Vaccines: PHARMAC’s role
PHARMAC lists all publicly funded vaccines in the Pharmaceutical Schedule.
On this page
Unlike other medicines, PHARMAC purchases and maintains a stock of all funded vaccines. The influenza (flu) vaccine and COVID-19 vaccine are managed differently.
How we decide what vaccines to list in the Schedule
Vaccines are added to the Pharmaceutical Schedule the same way as any other medicine. Someone, usually a vaccine supplier, applies to PHARMAC to fund a vaccine.
We then convene the Immunisation Subcommittee of the Pharmacology and Therapeutics Advisory Committee (PTAC). The Subcommittee gives us clinical advice on vaccine funding applications and other matters.
The Ministry of Health maintains the National Immunisation Schedule. It lists the vaccines that are offered free to babies, children, adolescents and adults.
PHARMAC was part of the all-of-government team that secured agreements for four different COVID-19 vaccines for New Zealanders.
Who can get vaccinated
PHARMAC manages eligibility for funded vaccines. We target the funding for vaccines to ensure those who will benefit most can get vaccinated.
Deciding how much to buy
Some vaccines take a long time to make (up to 18 months). This can make knowing how much vaccine to buy difficult. As we need to forecast so far in advance of when it's needed.
For example, we did the forecasting for 2020's pneumococcal vaccine in mid-2019, before the COVID-19 virus was even heard of.
We consider a range of factors when forecasting vaccine usage, including:
- population changes
- recent demand for the vaccine
- any special programmes the Ministry of Health or DHBs may have planned
- other events that might change the demand for vaccines, such as outbreaks overseas.
PHARMAC contracts a pharmaceutical wholesaler to run the National Vaccine Store. When a vaccine supplier delivers the vaccine that we ordered, it gets delivered to the National Vaccine Store.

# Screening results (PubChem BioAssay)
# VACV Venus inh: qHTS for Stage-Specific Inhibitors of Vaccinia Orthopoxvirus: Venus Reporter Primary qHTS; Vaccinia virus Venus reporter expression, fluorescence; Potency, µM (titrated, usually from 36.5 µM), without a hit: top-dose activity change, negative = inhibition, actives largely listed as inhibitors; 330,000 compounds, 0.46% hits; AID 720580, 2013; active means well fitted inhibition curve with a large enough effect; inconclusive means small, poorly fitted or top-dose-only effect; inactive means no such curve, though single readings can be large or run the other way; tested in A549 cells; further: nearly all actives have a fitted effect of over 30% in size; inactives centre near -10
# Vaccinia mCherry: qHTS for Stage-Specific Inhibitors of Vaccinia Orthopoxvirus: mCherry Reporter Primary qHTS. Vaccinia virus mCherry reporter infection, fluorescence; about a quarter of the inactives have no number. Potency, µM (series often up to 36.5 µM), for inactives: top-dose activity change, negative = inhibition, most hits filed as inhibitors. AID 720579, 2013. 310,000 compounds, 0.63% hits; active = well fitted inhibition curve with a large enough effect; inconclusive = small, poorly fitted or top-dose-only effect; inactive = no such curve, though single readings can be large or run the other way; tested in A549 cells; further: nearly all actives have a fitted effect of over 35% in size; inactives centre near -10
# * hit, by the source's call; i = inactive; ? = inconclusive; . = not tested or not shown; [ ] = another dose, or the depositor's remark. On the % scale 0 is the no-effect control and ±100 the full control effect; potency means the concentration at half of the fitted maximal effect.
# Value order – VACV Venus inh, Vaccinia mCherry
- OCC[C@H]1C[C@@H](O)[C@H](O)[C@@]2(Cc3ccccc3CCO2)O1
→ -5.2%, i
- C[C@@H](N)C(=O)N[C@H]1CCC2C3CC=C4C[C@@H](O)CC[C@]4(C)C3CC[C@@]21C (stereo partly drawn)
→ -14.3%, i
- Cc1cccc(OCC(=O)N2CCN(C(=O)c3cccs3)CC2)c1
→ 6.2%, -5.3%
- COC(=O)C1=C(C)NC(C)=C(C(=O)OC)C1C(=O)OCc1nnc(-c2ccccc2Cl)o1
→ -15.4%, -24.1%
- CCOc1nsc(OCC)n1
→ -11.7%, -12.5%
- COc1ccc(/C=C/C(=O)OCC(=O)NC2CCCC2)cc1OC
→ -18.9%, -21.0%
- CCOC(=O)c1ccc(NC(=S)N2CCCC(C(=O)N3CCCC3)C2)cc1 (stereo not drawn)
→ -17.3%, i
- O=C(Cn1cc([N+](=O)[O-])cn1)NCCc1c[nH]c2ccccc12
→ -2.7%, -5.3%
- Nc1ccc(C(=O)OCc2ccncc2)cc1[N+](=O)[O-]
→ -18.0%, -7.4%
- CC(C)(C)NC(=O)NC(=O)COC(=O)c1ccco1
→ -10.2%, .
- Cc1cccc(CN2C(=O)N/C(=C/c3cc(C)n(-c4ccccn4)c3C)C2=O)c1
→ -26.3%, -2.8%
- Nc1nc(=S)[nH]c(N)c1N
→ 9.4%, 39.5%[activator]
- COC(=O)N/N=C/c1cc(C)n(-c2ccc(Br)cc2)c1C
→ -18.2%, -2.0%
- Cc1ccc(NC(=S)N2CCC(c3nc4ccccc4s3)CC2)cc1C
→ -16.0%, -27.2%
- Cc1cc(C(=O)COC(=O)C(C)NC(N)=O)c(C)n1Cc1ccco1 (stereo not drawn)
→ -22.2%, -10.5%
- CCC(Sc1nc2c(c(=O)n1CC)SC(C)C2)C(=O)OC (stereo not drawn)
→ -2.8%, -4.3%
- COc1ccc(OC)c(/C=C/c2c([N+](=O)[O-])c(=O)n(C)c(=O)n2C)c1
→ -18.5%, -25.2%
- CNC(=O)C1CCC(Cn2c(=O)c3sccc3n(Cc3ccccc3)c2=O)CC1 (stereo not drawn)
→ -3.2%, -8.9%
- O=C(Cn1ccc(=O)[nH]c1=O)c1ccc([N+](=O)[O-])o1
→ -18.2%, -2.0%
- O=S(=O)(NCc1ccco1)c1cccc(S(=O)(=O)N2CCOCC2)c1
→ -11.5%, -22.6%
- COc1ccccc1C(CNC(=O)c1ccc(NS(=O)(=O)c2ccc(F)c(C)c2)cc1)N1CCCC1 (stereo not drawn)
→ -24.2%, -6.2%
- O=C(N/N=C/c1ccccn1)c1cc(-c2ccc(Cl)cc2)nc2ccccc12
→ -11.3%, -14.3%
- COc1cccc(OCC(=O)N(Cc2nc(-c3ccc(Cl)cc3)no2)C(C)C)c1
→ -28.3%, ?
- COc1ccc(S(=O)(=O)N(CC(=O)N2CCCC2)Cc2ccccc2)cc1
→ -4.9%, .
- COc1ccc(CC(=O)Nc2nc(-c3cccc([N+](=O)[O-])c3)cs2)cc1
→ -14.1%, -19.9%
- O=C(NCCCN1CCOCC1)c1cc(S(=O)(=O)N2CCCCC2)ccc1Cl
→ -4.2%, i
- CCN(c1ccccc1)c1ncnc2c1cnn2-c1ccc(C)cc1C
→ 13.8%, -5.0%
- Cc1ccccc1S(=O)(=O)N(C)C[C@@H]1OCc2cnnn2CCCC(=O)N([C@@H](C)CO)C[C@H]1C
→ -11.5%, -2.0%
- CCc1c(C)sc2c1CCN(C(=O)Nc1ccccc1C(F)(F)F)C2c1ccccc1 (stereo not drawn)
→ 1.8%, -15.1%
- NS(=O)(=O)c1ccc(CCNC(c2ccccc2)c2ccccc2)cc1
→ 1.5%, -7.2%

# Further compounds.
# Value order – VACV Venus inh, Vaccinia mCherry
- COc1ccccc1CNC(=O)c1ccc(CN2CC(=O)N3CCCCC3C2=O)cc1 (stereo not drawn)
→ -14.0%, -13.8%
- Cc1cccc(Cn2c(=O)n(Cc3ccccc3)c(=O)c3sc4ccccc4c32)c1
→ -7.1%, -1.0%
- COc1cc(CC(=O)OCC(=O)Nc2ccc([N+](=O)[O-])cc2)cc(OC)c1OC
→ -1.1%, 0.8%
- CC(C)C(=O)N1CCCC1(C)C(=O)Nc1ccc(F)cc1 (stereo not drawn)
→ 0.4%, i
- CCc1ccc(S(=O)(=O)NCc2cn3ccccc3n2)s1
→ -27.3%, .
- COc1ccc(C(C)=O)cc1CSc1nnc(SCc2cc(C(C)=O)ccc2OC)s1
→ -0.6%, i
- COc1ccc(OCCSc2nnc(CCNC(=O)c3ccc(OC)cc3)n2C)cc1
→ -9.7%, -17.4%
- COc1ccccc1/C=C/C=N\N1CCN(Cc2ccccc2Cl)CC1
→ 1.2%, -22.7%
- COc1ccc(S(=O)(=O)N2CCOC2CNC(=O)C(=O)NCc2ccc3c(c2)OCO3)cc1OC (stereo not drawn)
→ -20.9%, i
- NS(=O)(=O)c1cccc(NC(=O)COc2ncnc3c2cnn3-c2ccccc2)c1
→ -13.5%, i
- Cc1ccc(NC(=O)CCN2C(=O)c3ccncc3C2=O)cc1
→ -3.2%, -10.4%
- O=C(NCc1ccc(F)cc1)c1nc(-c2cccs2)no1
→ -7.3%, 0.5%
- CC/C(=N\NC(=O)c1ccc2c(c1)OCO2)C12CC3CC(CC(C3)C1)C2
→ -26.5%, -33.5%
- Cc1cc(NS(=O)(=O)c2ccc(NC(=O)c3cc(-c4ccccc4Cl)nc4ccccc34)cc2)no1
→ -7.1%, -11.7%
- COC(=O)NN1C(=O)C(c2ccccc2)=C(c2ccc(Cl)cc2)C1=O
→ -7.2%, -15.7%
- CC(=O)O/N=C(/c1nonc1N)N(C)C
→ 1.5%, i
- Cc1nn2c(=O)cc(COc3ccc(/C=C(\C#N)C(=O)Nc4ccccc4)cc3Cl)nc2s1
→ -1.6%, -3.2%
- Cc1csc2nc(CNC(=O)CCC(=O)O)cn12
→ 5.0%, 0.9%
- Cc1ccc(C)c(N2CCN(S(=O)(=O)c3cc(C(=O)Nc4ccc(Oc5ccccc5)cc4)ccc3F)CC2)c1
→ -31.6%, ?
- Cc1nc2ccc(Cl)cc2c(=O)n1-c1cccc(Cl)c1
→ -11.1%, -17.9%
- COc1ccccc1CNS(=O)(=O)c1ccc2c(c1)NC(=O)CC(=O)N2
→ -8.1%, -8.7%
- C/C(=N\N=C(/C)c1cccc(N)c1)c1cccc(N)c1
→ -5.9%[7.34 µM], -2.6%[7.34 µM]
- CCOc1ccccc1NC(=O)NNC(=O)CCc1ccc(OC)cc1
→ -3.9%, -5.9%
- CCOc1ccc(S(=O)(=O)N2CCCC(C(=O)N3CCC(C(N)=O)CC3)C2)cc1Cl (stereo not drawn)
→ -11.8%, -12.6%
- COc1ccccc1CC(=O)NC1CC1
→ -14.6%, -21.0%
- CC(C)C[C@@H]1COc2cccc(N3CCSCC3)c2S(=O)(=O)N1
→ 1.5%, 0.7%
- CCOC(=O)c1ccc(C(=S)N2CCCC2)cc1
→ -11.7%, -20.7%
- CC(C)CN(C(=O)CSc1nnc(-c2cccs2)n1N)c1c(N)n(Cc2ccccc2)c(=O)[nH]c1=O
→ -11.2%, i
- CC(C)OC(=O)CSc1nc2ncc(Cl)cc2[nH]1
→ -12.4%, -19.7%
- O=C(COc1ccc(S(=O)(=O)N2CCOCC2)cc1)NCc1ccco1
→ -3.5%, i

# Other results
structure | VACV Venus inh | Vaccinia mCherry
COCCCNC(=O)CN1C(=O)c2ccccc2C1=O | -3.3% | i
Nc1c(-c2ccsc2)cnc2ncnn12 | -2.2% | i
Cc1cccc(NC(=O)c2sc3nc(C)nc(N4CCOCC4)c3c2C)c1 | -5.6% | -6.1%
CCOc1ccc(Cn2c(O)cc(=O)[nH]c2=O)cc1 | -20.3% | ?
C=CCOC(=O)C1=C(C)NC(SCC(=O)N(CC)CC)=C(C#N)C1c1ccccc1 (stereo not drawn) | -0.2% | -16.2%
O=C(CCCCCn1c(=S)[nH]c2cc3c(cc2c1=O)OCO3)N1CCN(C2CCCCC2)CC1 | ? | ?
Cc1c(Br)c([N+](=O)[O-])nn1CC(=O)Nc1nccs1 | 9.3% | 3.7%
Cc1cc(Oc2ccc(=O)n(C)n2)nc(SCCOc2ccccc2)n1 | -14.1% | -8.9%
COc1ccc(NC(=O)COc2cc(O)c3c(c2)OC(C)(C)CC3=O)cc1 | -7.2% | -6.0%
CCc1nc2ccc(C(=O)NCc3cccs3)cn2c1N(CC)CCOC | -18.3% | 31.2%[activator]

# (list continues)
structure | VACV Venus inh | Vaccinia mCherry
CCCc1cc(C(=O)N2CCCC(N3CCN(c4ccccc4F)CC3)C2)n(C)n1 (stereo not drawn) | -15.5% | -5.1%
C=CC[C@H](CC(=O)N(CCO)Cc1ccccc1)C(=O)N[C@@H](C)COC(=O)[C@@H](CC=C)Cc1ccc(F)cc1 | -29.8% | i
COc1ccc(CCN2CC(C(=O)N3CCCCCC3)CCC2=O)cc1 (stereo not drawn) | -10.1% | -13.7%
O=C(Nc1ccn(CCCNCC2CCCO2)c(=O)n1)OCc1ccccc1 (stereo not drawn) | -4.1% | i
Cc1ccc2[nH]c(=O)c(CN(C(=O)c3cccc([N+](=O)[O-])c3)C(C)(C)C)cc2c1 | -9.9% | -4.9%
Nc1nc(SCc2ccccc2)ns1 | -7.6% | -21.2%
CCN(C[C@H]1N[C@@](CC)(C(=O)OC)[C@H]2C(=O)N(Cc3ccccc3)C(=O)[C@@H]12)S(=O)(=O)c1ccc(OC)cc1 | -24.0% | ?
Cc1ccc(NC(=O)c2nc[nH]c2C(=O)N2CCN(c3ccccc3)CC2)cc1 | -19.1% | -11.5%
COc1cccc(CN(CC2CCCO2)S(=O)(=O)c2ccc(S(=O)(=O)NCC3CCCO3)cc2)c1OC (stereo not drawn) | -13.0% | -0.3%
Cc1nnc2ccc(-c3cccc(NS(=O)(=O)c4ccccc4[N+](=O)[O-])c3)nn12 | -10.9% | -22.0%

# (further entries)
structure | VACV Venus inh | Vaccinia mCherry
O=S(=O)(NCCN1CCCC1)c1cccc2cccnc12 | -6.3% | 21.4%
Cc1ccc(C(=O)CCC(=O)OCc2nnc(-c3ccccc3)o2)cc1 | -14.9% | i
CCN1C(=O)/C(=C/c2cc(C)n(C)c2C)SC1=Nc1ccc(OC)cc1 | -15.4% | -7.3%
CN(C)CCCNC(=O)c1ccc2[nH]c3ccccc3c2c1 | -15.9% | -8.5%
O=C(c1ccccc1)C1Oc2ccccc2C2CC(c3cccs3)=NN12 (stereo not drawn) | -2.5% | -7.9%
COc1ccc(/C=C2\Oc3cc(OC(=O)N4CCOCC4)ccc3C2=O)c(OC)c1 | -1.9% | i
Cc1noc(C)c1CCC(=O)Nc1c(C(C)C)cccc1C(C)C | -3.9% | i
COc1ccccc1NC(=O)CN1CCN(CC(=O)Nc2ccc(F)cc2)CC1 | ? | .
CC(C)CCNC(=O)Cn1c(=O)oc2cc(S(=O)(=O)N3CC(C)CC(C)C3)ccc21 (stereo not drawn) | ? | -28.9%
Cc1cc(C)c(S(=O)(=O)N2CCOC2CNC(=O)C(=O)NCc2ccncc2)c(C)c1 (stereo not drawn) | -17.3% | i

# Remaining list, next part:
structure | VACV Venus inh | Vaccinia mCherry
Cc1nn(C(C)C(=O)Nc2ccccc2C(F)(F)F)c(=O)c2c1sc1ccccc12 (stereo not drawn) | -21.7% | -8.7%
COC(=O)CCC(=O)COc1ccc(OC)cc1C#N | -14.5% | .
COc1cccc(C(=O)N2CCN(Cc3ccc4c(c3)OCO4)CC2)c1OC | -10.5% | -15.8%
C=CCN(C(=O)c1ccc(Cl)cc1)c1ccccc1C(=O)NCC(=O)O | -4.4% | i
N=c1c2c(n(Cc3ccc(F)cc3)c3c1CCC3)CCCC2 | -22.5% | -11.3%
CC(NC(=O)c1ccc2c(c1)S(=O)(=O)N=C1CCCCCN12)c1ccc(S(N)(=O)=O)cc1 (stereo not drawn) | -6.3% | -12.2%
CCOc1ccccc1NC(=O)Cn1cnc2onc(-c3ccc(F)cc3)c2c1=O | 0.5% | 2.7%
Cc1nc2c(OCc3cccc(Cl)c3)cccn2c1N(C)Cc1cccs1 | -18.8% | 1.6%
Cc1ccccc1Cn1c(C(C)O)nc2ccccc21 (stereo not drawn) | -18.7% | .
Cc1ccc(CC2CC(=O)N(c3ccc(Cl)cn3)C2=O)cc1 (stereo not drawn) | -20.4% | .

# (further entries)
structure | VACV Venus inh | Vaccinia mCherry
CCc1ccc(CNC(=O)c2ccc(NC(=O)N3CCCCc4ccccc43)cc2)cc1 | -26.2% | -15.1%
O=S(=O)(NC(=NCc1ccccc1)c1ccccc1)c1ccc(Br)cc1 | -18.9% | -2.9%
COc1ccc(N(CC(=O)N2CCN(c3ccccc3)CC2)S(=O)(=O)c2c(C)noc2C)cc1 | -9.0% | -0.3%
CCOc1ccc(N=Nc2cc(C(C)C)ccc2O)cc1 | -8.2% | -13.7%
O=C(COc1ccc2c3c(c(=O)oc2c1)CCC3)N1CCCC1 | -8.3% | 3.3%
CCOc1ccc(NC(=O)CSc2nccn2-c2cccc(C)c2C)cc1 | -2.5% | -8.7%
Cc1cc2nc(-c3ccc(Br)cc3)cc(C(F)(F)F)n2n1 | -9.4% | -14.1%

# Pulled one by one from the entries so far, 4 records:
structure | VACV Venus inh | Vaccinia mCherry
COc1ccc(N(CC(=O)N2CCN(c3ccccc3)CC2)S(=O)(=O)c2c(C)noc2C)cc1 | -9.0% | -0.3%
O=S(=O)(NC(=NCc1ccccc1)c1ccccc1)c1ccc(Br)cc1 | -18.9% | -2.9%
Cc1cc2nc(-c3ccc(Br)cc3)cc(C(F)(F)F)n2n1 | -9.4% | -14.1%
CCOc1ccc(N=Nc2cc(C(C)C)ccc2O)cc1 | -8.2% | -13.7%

Depending on the vaccine, we usually hold between 4 and 6 months’ stock at any time. For many vaccines, we receive deliveries every month.
Distributing to the regions
PHARMAC also contracts a pharmaceutical wholesaler to run the Regional Vaccine Stores. These stores are located around New Zealand. The health professionals who administer publicly funded vaccines get the vaccine from their nearest Regional Vaccine Store.
Making sure there’s enough vaccine
We aim to to have a supply of vaccine available to meet the forecast demand. There may be times when unexpected changes in supply or demand affect the amount of stock we have available. We maintain a safety buffer in case of unexpected events and we work closely with suppliers to manage any supply issues.
For all other medicines (and the flu vaccine), it’s the responsibility of the suppliers to ensure there’s enough stock in New Zealand when needed.
Ministry of Health’s role
The Ministry of Health:
- sets and monitors immunisation targets
- provides guidance to the health sector on immunisation issues
- keeps watch for vaccine-preventable diseases with ESR
- communicates regulatory or public health changes to PHARMAC.
PHARMAC needs to have enough vaccines on-hand to deal with outbreaks.
During outbreak responses, PHARMAC generally manages vaccine supply and distribution. We work closely with the Ministry of Health and DHBs to monitor vaccine supply and distribution.
Who to contact
If you have any questions about PHARMAC’s role in vaccinations, email email@example.com